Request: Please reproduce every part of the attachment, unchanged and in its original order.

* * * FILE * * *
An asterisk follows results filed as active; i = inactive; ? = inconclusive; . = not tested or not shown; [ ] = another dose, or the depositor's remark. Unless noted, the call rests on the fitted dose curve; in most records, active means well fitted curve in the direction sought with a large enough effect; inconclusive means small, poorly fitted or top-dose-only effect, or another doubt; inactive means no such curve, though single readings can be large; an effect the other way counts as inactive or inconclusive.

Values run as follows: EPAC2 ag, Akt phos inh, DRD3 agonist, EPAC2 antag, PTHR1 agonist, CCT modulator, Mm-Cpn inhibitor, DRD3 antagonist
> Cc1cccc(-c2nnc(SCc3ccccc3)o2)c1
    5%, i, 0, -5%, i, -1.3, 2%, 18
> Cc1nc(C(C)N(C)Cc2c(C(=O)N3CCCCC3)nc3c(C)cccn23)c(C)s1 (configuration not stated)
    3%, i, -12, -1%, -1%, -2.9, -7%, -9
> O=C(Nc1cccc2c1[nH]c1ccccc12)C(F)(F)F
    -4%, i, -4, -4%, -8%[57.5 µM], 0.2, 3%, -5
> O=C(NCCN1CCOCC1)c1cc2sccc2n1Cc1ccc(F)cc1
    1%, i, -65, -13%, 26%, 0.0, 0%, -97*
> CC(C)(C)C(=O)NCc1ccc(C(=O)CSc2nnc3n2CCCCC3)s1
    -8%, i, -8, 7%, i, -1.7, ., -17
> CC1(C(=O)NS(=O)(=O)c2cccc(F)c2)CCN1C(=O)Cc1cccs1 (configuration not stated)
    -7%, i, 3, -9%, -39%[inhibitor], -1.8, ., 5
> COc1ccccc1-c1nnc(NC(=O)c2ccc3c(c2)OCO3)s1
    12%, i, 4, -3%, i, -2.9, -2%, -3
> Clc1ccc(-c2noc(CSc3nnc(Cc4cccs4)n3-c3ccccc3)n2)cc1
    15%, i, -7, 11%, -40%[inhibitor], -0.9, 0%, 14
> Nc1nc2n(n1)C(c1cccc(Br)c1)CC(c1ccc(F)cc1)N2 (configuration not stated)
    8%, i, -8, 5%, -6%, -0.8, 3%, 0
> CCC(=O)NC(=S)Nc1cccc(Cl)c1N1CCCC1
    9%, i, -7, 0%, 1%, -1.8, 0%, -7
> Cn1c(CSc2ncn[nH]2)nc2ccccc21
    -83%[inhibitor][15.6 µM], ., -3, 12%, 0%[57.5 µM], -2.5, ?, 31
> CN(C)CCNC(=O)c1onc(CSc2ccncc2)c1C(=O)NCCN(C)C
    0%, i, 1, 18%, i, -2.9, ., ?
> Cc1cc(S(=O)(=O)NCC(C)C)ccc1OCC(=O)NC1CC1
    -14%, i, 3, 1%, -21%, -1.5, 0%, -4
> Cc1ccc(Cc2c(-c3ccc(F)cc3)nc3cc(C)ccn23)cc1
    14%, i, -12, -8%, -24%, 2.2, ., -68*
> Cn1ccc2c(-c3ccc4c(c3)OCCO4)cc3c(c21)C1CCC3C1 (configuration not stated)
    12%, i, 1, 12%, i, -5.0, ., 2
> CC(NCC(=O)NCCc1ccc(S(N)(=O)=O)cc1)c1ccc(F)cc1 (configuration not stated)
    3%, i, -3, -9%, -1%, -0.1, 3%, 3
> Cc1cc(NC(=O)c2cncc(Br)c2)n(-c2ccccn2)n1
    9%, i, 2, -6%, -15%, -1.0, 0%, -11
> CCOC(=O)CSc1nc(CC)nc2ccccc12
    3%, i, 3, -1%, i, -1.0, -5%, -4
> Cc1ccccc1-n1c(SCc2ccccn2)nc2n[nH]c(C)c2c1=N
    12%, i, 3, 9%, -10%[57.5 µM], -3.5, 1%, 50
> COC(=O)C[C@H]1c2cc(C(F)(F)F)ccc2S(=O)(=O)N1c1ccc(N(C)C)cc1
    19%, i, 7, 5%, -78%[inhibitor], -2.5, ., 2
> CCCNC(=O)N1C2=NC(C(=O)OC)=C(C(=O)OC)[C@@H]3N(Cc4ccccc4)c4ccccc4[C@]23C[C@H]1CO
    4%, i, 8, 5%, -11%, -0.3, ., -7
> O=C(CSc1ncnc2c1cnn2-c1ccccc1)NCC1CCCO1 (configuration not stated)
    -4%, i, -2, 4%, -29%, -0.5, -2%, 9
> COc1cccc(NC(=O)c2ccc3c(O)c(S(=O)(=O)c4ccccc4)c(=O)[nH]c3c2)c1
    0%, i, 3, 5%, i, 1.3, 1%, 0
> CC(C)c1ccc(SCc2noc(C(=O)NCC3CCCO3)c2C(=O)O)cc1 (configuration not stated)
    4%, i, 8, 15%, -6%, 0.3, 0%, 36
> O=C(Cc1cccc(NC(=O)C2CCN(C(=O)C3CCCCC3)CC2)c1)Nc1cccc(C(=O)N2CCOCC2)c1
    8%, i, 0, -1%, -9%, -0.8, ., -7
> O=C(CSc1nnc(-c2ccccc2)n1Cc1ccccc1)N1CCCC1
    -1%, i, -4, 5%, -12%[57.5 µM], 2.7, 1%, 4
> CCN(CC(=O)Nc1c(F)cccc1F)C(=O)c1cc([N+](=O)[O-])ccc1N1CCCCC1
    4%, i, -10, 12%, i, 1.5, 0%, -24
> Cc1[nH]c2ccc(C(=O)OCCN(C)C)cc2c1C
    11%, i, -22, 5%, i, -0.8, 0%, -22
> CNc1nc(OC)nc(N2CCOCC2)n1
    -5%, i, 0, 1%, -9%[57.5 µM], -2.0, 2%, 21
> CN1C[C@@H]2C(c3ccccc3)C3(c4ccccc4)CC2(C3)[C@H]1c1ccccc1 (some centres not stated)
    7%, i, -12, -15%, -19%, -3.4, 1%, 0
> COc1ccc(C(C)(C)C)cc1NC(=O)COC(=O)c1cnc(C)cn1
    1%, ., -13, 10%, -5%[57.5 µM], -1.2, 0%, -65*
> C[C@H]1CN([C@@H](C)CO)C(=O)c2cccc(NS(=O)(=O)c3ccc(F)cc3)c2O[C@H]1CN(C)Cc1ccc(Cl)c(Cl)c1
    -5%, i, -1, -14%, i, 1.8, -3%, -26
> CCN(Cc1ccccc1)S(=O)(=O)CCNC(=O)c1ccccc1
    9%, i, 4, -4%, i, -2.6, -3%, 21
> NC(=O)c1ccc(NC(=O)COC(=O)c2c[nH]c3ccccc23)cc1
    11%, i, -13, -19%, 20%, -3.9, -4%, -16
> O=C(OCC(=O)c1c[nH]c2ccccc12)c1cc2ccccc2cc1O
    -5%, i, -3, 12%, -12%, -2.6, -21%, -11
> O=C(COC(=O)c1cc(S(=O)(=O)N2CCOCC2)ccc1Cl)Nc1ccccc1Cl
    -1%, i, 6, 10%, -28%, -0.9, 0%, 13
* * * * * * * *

An asterisk follows results filed as active; i = inactive; ? = inconclusive; . = not tested or not shown; [ ] = another dose, or the depositor's remark. Unless noted, the call rests on the fitted dose curve; in most records, active means well fitted curve in the direction sought with a large enough effect; inconclusive means small, poorly fitted or top-dose-only effect, or another doubt; inactive means no such curve, though single readings can be large; an effect the other way counts as inactive or inconclusive.

Values run as follows: EPAC2 ag, Akt phos inh, DRD3 agonist, EPAC2 antag, PTHR1 agonist, CCT modulator, Mm-Cpn inhibitor, DRD3 antagonist
> Cc1cccc(-c2nnc(SCc3ccccc3)o2)c1
    5%, i, 0, -5%, i, -1.3, 2%, 18
> Cc1nc(C(C)N(C)Cc2c(C(=O)N3CCCCC3)nc3c(C)cccn23)c(C)s1 (configuration not stated)
    3%, i, -12, -1%, -1%, -2.9, -7%, -9
> O=C(Nc1cccc2c1[nH]c1ccccc12)C(F)(F)F
    -4%, i, -4, -4%, -8%[57.5 µM], 0.2, 3%, -5
> O=C(NCCN1CCOCC1)c1cc2sccc2n1Cc1ccc(F)cc1
    1%, i, -65, -13%, 26%, 0.0, 0%, -97*
> CC(C)(C)C(=O)NCc1ccc(C(=O)CSc2nnc3n2CCCCC3)s1
    -8%, i, -8, 7%, i, -1.7, ., -17
> CC1(C(=O)NS(=O)(=O)c2cccc(F)c2)CCN1C(=O)Cc1cccs1 (configuration not stated)
    -7%, i, 3, -9%, -39%[inhibitor], -1.8, ., 5
> COc1ccccc1-c1nnc(NC(=O)c2ccc3c(c2)OCO3)s1
    12%, i, 4, -3%, i, -2.9, -2%, -3
> Clc1ccc(-c2noc(CSc3nnc(Cc4cccs4)n3-c3ccccc3)n2)cc1
    15%, i, -7, 11%, -40%[inhibitor], -0.9, 0%, 14
> Nc1nc2n(n1)C(c1cccc(Br)c1)CC(c1ccc(F)cc1)N2 (configuration not stated)
    8%, i, -8, 5%, -6%, -0.8, 3%, 0
> CCC(=O)NC(=S)Nc1cccc(Cl)c1N1CCCC1
    9%, i, -7, 0%, 1%, -1.8, 0%, -7
> Cn1c(CSc2ncn[nH]2)nc2ccccc21
    -83%[inhibitor][15.6 µM], ., -3, 12%, 0%[57.5 µM], -2.5, ?, 31
> CN(C)CCNC(=O)c1onc(CSc2ccncc2)c1C(=O)NCCN(C)C
    0%, i, 1, 18%, i, -2.9, ., ?
> Cc1cc(S(=O)(=O)NCC(C)C)ccc1OCC(=O)NC1CC1
    -14%, i, 3, 1%, -21%, -1.5, 0%, -4
> Cc1ccc(Cc2c(-c3ccc(F)cc3)nc3cc(C)ccn23)cc1
    14%, i, -12, -8%, -24%, 2.2, ., -68*
> Cn1ccc2c(-c3ccc4c(c3)OCCO4)cc3c(c21)C1CCC3C1 (configuration not stated)
    12%, i, 1, 12%, i, -5.0, ., 2
> CC(NCC(=O)NCCc1ccc(S(N)(=O)=O)cc1)c1ccc(F)cc1 (configuration not stated)
    3%, i, -3, -9%, -1%, -0.1, 3%, 3
> Cc1cc(NC(=O)c2cncc(Br)c2)n(-c2ccccn2)n1
    9%, i, 2, -6%, -15%, -1.0, 0%, -11
> CCOC(=O)CSc1nc(CC)nc2ccccc12
    3%, i, 3, -1%, i, -1.0, -5%, -4
> Cc1ccccc1-n1c(SCc2ccccn2)nc2n[nH]c(C)c2c1=N
    12%, i, 3, 9%, -10%[57.5 µM], -3.5, 1%, 50
> COC(=O)C[C@H]1c2cc(C(F)(F)F)ccc2S(=O)(=O)N1c1ccc(N(C)C)cc1
    19%, i, 7, 5%, -78%[inhibitor], -2.5, ., 2
> CCCNC(=O)N1C2=NC(C(=O)OC)=C(C(=O)OC)[C@@H]3N(Cc4ccccc4)c4ccccc4[C@]23C[C@H]1CO
    4%, i, 8, 5%, -11%, -0.3, ., -7
> O=C(CSc1ncnc2c1cnn2-c1ccccc1)NCC1CCCO1 (configuration not stated)
    -4%, i, -2, 4%, -29%, -0.5, -2%, 9
> COc1cccc(NC(=O)c2ccc3c(O)c(S(=O)(=O)c4ccccc4)c(=O)[nH]c3c2)c1
    0%, i, 3, 5%, i, 1.3, 1%, 0
> CC(C)c1ccc(SCc2noc(C(=O)NCC3CCCO3)c2C(=O)O)cc1 (configuration not stated)
    4%, i, 8, 15%, -6%, 0.3, 0%, 36
> O=C(Cc1cccc(NC(=O)C2CCN(C(=O)C3CCCCC3)CC2)c1)Nc1cccc(C(=O)N2CCOCC2)c1
    8%, i, 0, -1%, -9%, -0.8, ., -7
> O=C(CSc1nnc(-c2ccccc2)n1Cc1ccccc1)N1CCCC1
    -1%, i, -4, 5%, -12%[57.5 µM], 2.7, 1%, 4
> CCN(CC(=O)Nc1c(F)cccc1F)C(=O)c1cc([N+](=O)[O-])ccc1N1CCCCC1
    4%, i, -10, 12%, i, 1.5, 0%, -24
> Cc1[nH]c2ccc(C(=O)OCCN(C)C)cc2c1C
    11%, i, -22, 5%, i, -0.8, 0%, -22
> CNc1nc(OC)nc(N2CCOCC2)n1
    -5%, i, 0, 1%, -9%[57.5 µM], -2.0, 2%, 21
> CN1C[C@@H]2C(c3ccccc3)C3(c4ccccc4)CC2(C3)[C@H]1c1ccccc1 (some centres not stated)
    7%, i, -12, -15%, -19%, -3.4, 1%, 0
> COc1ccc(C(C)(C)C)cc1NC(=O)COC(=O)c1cnc(C)cn1
    1%, ., -13, 10%, -5%[57.5 µM], -1.2, 0%, -65*
> C[C@H]1CN([C@@H](C)CO)C(=O)c2cccc(NS(=O)(=O)c3ccc(F)cc3)c2O[C@H]1CN(C)Cc1ccc(Cl)c(Cl)c1
    -5%, i, -1, -14%, i, 1.8, -3%, -26
> CCN(Cc1ccccc1)S(=O)(=O)CCNC(=O)c1ccccc1
    9%, i, 4, -4%, i, -2.6, -3%, 21
> NC(=O)c1ccc(NC(=O)COC(=O)c2c[nH]c3ccccc23)cc1
    11%, i, -13, -19%, 20%, -3.9, -4%, -16
> O=C(OCC(=O)c1c[nH]c2ccccc12)c1cc2ccccc2cc1O
    -5%, i, -3, 12%, -12%, -2.6, -21%, -11
> O=C(COC(=O)c1cc(S(=O)(=O)N2CCOCC2)ccc1Cl)Nc1ccccc1Cl
    -1%, i, 6, 10%, -28%, -0.9, 0%, 13